Suicidal behaviors in the Ghana police service: Prevalence and correlates in the Greater Accra Region


Emmanuel Nii-Boye Quarshie, Samuel Kofi Odame, Francis Annor.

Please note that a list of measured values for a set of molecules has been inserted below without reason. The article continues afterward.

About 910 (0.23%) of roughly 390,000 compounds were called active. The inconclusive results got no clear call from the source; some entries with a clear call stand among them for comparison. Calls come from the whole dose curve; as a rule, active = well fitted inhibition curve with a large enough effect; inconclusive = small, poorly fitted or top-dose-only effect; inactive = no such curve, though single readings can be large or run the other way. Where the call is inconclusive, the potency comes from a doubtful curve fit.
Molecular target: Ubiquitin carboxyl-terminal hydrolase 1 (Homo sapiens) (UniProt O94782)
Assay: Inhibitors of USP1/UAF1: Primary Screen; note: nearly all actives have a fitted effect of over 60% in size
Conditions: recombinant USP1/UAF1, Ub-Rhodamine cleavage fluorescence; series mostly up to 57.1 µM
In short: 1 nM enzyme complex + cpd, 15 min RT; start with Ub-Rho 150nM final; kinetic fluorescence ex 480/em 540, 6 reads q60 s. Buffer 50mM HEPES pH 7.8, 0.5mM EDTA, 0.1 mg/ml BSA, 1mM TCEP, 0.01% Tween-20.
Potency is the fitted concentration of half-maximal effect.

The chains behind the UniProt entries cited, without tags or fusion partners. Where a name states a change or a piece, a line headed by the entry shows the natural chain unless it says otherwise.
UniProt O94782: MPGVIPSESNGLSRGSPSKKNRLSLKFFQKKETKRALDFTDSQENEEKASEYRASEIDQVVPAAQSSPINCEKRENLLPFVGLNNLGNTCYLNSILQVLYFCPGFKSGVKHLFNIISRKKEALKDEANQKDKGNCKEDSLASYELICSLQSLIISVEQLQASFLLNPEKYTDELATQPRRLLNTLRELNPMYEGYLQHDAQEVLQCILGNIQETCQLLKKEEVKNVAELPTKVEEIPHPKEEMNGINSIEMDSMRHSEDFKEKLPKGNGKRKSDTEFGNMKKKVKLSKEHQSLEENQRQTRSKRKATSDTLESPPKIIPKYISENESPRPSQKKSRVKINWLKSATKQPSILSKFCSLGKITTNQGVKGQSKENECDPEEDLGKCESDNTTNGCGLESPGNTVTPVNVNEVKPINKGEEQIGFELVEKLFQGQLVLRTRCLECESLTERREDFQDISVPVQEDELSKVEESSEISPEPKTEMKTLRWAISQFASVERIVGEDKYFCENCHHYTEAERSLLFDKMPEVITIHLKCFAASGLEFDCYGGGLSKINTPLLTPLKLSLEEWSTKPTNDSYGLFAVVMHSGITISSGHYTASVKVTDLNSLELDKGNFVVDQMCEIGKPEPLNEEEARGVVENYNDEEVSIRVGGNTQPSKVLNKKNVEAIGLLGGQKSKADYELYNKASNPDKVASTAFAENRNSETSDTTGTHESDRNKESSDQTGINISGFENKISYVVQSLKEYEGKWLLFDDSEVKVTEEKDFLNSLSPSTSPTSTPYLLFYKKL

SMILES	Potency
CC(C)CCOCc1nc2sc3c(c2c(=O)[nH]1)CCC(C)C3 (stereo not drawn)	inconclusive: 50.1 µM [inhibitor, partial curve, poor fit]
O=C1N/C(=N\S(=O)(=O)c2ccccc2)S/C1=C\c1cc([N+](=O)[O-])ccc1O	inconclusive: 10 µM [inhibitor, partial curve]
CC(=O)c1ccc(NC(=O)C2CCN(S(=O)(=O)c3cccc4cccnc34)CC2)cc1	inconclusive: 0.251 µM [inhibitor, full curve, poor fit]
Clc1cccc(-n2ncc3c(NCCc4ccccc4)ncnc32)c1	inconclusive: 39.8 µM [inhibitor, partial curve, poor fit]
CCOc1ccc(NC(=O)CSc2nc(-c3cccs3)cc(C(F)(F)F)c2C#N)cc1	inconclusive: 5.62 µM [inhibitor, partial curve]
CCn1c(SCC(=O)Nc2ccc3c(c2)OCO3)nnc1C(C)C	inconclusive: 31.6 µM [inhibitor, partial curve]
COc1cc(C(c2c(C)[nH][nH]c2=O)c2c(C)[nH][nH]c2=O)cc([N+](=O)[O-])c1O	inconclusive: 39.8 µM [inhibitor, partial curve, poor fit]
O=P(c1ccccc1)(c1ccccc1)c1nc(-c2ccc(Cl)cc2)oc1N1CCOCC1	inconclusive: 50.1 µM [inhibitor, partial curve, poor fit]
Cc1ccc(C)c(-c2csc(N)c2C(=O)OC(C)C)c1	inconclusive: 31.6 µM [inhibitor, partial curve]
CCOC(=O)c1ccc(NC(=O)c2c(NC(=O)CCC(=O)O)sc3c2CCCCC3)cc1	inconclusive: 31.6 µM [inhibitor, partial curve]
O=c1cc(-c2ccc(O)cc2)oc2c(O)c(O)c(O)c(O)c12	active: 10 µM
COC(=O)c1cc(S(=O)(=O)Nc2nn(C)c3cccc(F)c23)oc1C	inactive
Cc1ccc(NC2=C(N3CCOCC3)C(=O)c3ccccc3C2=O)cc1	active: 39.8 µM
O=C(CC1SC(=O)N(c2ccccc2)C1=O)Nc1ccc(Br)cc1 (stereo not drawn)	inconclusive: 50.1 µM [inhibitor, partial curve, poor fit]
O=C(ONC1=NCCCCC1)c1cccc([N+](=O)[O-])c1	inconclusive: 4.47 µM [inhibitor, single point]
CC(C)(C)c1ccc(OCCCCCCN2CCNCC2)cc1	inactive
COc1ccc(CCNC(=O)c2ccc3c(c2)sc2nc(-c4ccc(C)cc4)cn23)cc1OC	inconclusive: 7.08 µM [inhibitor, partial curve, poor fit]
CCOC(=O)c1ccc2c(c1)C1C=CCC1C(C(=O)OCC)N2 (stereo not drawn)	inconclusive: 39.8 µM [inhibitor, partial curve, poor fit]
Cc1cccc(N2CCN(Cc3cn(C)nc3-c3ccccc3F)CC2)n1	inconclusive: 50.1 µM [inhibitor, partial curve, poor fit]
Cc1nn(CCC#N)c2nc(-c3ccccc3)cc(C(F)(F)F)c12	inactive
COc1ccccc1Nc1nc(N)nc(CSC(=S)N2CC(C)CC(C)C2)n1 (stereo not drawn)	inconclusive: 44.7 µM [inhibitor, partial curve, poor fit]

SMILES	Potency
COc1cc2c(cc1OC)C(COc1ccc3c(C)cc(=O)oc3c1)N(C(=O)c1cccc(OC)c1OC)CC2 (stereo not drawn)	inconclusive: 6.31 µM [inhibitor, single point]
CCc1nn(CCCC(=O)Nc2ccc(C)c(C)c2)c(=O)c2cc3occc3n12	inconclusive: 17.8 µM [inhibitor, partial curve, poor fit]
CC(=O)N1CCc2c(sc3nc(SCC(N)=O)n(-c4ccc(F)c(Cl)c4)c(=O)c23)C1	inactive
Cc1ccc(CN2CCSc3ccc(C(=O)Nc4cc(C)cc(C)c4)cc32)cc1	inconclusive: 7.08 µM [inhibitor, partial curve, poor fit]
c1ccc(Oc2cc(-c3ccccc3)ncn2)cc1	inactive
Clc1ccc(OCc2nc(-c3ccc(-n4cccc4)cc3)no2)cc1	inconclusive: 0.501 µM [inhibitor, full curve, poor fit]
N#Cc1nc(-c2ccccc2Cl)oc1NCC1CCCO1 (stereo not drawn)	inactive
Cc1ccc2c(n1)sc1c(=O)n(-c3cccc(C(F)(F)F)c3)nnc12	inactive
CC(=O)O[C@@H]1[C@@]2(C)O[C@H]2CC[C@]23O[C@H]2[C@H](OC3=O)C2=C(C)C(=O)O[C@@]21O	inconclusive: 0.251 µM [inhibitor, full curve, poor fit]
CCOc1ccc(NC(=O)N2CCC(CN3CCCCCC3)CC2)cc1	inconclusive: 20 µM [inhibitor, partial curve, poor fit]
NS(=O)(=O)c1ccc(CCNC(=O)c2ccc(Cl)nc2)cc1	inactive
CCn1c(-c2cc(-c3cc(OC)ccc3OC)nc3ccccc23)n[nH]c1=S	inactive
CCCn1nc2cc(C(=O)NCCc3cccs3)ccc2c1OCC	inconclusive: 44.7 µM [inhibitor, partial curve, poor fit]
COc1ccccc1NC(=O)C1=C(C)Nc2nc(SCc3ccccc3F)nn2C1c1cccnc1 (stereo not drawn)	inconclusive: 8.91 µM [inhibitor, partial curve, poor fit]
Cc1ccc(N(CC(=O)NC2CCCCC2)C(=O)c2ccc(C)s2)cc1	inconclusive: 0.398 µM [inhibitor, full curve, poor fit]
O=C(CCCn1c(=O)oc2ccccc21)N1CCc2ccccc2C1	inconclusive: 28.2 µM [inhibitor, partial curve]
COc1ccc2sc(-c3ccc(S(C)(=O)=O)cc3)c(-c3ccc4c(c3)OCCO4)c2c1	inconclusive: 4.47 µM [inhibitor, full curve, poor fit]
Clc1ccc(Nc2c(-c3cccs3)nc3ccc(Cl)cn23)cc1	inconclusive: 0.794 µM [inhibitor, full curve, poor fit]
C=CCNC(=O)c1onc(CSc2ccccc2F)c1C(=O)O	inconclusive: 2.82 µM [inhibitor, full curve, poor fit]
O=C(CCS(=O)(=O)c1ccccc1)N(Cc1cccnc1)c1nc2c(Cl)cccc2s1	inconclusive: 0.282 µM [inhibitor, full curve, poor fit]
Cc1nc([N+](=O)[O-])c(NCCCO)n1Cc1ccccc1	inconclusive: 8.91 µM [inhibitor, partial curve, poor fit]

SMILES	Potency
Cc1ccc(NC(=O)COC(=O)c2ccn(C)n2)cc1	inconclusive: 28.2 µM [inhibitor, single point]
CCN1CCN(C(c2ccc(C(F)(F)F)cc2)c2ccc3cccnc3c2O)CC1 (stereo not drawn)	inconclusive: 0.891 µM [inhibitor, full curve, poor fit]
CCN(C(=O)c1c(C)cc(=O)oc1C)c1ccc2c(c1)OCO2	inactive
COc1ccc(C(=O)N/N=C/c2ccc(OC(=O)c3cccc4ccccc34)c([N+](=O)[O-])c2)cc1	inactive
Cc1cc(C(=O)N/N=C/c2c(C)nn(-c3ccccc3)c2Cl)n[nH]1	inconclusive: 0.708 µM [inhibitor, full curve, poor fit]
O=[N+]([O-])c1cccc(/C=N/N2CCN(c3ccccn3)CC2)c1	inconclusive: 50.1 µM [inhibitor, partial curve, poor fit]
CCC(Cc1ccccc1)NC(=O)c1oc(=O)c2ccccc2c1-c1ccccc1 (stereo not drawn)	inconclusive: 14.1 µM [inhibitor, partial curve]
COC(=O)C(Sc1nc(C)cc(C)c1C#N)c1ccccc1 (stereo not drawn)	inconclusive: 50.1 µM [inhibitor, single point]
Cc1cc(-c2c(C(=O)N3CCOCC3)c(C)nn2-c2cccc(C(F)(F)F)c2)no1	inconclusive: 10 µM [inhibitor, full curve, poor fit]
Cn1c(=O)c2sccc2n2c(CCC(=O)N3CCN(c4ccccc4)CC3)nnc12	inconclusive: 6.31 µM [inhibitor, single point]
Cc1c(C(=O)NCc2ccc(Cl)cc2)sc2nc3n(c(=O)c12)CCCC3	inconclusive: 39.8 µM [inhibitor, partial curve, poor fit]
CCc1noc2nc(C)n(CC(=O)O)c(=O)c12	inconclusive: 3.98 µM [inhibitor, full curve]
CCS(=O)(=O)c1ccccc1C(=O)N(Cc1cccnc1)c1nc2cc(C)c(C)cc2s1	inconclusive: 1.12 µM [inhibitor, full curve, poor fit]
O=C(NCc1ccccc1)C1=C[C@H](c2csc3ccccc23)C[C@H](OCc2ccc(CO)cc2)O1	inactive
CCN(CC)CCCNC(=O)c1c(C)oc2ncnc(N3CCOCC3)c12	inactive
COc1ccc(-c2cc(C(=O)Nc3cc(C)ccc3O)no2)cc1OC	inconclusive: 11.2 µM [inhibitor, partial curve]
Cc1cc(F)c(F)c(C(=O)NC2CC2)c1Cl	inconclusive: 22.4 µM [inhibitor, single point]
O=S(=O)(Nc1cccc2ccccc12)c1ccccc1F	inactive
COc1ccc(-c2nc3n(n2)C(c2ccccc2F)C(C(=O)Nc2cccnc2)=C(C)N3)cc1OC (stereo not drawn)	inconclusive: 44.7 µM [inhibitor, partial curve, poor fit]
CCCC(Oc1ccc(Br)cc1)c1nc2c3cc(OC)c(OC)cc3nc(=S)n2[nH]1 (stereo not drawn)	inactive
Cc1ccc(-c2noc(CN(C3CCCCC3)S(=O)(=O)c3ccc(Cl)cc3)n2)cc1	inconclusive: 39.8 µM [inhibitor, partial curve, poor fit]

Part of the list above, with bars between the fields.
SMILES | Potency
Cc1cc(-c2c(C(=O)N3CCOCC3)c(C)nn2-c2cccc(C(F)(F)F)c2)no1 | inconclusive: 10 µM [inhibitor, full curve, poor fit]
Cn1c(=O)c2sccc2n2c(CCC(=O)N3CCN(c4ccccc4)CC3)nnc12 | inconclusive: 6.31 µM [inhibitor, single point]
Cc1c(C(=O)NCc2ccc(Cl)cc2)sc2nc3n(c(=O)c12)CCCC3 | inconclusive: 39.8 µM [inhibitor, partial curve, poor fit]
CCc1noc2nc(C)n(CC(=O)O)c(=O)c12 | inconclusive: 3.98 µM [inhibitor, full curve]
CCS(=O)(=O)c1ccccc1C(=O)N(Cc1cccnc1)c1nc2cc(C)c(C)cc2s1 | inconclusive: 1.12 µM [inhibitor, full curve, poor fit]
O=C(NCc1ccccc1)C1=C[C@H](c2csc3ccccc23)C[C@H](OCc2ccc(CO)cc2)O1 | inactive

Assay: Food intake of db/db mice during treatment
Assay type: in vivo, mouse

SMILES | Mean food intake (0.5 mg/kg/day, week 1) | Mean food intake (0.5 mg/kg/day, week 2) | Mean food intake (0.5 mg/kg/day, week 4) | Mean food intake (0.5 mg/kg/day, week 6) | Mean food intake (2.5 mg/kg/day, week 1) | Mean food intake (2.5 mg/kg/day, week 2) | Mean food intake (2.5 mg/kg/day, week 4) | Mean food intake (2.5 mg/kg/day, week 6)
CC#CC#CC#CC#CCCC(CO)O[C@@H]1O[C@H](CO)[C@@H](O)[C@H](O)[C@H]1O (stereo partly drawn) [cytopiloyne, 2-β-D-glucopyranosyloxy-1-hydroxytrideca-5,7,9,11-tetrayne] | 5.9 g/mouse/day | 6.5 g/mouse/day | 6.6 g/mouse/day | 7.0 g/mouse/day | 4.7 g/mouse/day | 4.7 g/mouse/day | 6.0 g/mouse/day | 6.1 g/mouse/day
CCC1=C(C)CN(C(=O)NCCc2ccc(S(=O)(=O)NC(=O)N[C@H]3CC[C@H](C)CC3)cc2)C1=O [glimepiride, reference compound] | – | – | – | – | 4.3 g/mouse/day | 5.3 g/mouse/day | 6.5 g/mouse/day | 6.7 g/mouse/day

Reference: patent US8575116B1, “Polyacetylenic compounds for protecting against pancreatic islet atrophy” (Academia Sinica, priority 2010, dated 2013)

Background: Despite recent media reports showing disturbing trends of police suicides in Ghana, no published studies are available from the country. Aims: We sought to estimate the prevalence and describe some of the correlates of suicidal behaviors among police officers in the Greater Accra Region of Ghana. Method: We surveyed a convenience sample of 268 police officers, using the Suicide Behavior Questionnaire-Revised to assess suicidal ideation, planning, threat, and attempt. Results: Whereas lifetime suicidal ideation (28%), planning (3%), threat (21.6%), and 12-month suicidal ideation (26.9%) were reported, no participating police officer reported ever attempting suicide. Moonlighting showed the strongest statistically significant association with 12-month suicidal ideation, while age, marital status, and job satisfaction also emerged as statistically significant correlates of suicidal ideation. Limitations: The busy nature of police work precluded random selection. The criminalized and tabooed status of attempted suicide in Ghana might have led participants to provide guarded and socially desirable responses. Conclusion: Intervention efforts are needed to prevent the onset of suicidal ideation and possible transition to suicide among police officers in Ghana. (PsycInfo Database Record (c) 2021 APA, all rights reserved) GHANA AFRIQUE IDÉATION INTENTION TENTATIVE POLICE FACTEUR-RISQUE

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